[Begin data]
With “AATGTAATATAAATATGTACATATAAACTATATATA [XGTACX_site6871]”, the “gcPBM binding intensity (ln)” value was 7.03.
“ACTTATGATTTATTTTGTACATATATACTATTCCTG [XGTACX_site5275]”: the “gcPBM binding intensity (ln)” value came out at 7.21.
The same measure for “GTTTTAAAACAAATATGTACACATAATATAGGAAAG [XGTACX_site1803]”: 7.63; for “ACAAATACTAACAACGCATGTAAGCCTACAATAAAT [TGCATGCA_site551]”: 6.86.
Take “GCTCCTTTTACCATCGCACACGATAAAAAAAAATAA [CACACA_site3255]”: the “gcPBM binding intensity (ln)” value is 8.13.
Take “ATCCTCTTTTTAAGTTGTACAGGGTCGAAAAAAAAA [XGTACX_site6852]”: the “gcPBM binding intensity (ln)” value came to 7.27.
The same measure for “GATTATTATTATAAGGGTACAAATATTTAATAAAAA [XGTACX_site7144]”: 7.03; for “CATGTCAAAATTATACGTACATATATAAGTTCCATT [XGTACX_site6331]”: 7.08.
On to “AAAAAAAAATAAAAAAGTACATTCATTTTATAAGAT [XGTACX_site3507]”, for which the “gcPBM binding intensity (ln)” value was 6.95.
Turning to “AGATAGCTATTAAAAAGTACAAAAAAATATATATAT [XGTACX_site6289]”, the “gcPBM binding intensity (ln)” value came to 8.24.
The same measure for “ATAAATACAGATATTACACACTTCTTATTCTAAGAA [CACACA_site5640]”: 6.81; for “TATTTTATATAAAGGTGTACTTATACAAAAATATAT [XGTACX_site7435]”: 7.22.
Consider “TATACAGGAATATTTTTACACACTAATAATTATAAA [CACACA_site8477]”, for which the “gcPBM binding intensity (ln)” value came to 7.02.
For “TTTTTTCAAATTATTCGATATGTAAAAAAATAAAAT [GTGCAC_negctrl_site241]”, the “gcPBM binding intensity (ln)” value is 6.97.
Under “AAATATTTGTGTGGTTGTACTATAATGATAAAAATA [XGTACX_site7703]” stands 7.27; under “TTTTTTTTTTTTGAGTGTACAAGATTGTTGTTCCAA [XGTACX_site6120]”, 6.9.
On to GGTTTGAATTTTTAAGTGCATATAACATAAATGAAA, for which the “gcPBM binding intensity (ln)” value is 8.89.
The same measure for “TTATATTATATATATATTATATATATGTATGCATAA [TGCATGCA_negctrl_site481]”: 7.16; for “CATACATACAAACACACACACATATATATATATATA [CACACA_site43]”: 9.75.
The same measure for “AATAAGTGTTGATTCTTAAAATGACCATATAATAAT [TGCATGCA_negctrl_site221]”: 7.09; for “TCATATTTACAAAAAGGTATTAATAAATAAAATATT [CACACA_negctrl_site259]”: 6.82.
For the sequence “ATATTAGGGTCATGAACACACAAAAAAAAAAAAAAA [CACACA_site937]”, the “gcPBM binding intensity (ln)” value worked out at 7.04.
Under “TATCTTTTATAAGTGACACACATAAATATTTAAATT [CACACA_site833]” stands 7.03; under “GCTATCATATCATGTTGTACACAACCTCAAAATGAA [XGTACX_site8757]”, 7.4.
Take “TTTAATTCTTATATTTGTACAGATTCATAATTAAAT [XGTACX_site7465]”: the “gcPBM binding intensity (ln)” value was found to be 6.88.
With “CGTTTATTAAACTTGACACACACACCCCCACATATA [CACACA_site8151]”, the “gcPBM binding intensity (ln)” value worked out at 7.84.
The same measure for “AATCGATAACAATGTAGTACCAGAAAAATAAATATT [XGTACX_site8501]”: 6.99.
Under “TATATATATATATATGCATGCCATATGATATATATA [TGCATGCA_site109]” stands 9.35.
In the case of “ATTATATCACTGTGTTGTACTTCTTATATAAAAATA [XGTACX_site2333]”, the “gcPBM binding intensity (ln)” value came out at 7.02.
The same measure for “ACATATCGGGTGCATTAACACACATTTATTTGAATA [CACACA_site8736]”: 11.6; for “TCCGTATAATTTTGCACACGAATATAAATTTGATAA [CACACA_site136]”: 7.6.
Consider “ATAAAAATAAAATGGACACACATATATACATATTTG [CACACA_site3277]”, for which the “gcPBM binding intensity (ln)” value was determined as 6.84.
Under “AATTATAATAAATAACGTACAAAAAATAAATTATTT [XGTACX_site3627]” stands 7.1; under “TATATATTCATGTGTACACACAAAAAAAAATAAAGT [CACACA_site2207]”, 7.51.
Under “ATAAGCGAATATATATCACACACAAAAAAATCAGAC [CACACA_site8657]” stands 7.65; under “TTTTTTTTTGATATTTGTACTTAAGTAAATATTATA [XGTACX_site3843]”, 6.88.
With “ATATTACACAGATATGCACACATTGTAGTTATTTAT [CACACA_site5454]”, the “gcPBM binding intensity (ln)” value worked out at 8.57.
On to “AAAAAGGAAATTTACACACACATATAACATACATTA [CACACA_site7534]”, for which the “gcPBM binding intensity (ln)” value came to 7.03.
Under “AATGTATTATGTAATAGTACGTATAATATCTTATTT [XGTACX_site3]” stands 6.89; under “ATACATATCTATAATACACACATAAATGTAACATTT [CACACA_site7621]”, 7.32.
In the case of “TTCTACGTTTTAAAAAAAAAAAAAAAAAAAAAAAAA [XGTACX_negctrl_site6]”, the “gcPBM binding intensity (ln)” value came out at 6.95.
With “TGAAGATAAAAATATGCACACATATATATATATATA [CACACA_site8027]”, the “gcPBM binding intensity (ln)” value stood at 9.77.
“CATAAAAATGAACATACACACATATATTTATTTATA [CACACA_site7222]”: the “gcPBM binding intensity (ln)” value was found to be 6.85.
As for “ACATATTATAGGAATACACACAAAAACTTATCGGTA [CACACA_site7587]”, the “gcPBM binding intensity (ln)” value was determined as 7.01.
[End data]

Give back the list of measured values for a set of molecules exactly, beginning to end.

With “AATGTAATATAAATATGTACATATAAACTATATATA [XGTACX_site6871]”, the “gcPBM binding intensity (ln)” value was 7.03.
“ACTTATGATTTATTTTGTACATATATACTATTCCTG [XGTACX_site5275]”: the “gcPBM binding intensity (ln)” value came out at 7.21.
The same measure for “GTTTTAAAACAAATATGTACACATAATATAGGAAAG [XGTACX_site1803]”: 7.63; for “ACAAATACTAACAACGCATGTAAGCCTACAATAAAT [TGCATGCA_site551]”: 6.86.
Take “GCTCCTTTTACCATCGCACACGATAAAAAAAAATAA [CACACA_site3255]”: the “gcPBM binding intensity (ln)” value is 8.13.
Take “ATCCTCTTTTTAAGTTGTACAGGGTCGAAAAAAAAA [XGTACX_site6852]”: the “gcPBM binding intensity (ln)” value came to 7.27.
The same measure for “GATTATTATTATAAGGGTACAAATATTTAATAAAAA [XGTACX_site7144]”: 7.03; for “CATGTCAAAATTATACGTACATATATAAGTTCCATT [XGTACX_site6331]”: 7.08.
On to “AAAAAAAAATAAAAAAGTACATTCATTTTATAAGAT [XGTACX_site3507]”, for which the “gcPBM binding intensity (ln)” value was 6.95.
Turning to “AGATAGCTATTAAAAAGTACAAAAAAATATATATAT [XGTACX_site6289]”, the “gcPBM binding intensity (ln)” value came to 8.24.
The same measure for “ATAAATACAGATATTACACACTTCTTATTCTAAGAA [CACACA_site5640]”: 6.81; for “TATTTTATATAAAGGTGTACTTATACAAAAATATAT [XGTACX_site7435]”: 7.22.
Consider “TATACAGGAATATTTTTACACACTAATAATTATAAA [CACACA_site8477]”, for which the “gcPBM binding intensity (ln)” value came to 7.02.
For “TTTTTTCAAATTATTCGATATGTAAAAAAATAAAAT [GTGCAC_negctrl_site241]”, the “gcPBM binding intensity (ln)” value is 6.97.
Under “AAATATTTGTGTGGTTGTACTATAATGATAAAAATA [XGTACX_site7703]” stands 7.27; under “TTTTTTTTTTTTGAGTGTACAAGATTGTTGTTCCAA [XGTACX_site6120]”, 6.9.
On to GGTTTGAATTTTTAAGTGCATATAACATAAATGAAA, for which the “gcPBM binding intensity (ln)” value is 8.89.
The same measure for “TTATATTATATATATATTATATATATGTATGCATAA [TGCATGCA_negctrl_site481]”: 7.16; for “CATACATACAAACACACACACATATATATATATATA [CACACA_site43]”: 9.75.
The same measure for “AATAAGTGTTGATTCTTAAAATGACCATATAATAAT [TGCATGCA_negctrl_site221]”: 7.09; for “TCATATTTACAAAAAGGTATTAATAAATAAAATATT [CACACA_negctrl_site259]”: 6.82.
For the sequence “ATATTAGGGTCATGAACACACAAAAAAAAAAAAAAA [CACACA_site937]”, the “gcPBM binding intensity (ln)” value worked out at 7.04.
Under “TATCTTTTATAAGTGACACACATAAATATTTAAATT [CACACA_site833]” stands 7.03; under “GCTATCATATCATGTTGTACACAACCTCAAAATGAA [XGTACX_site8757]”, 7.4.
Take “TTTAATTCTTATATTTGTACAGATTCATAATTAAAT [XGTACX_site7465]”: the “gcPBM binding intensity (ln)” value was found to be 6.88.
With “CGTTTATTAAACTTGACACACACACCCCCACATATA [CACACA_site8151]”, the “gcPBM binding intensity (ln)” value worked out at 7.84.
The same measure for “AATCGATAACAATGTAGTACCAGAAAAATAAATATT [XGTACX_site8501]”: 6.99.
Under “TATATATATATATATGCATGCCATATGATATATATA [TGCATGCA_site109]” stands 9.35.
In the case of “ATTATATCACTGTGTTGTACTTCTTATATAAAAATA [XGTACX_site2333]”, the “gcPBM binding intensity (ln)” value came out at 7.02.
The same measure for “ACATATCGGGTGCATTAACACACATTTATTTGAATA [CACACA_site8736]”: 11.6; for “TCCGTATAATTTTGCACACGAATATAAATTTGATAA [CACACA_site136]”: 7.6.
Consider “ATAAAAATAAAATGGACACACATATATACATATTTG [CACACA_site3277]”, for which the “gcPBM binding intensity (ln)” value was determined as 6.84.
Under “AATTATAATAAATAACGTACAAAAAATAAATTATTT [XGTACX_site3627]” stands 7.1; under “TATATATTCATGTGTACACACAAAAAAAAATAAAGT [CACACA_site2207]”, 7.51.
Under “ATAAGCGAATATATATCACACACAAAAAAATCAGAC [CACACA_site8657]” stands 7.65; under “TTTTTTTTTGATATTTGTACTTAAGTAAATATTATA [XGTACX_site3843]”, 6.88.
With “ATATTACACAGATATGCACACATTGTAGTTATTTAT [CACACA_site5454]”, the “gcPBM binding intensity (ln)” value worked out at 8.57.
On to “AAAAAGGAAATTTACACACACATATAACATACATTA [CACACA_site7534]”, for which the “gcPBM binding intensity (ln)” value came to 7.03.
Under “AATGTATTATGTAATAGTACGTATAATATCTTATTT [XGTACX_site3]” stands 6.89; under “ATACATATCTATAATACACACATAAATGTAACATTT [CACACA_site7621]”, 7.32.
In the case of “TTCTACGTTTTAAAAAAAAAAAAAAAAAAAAAAAAA [XGTACX_negctrl_site6]”, the “gcPBM binding intensity (ln)” value came out at 6.95.
With “TGAAGATAAAAATATGCACACATATATATATATATA [CACACA_site8027]”, the “gcPBM binding intensity (ln)” value stood at 9.77.
“CATAAAAATGAACATACACACATATATTTATTTATA [CACACA_site7222]”: the “gcPBM binding intensity (ln)” value was found to be 6.85.
As for “ACATATTATAGGAATACACACAAAAACTTATCGGTA [CACACA_site7587]”, the “gcPBM binding intensity (ln)” value was determined as 7.01.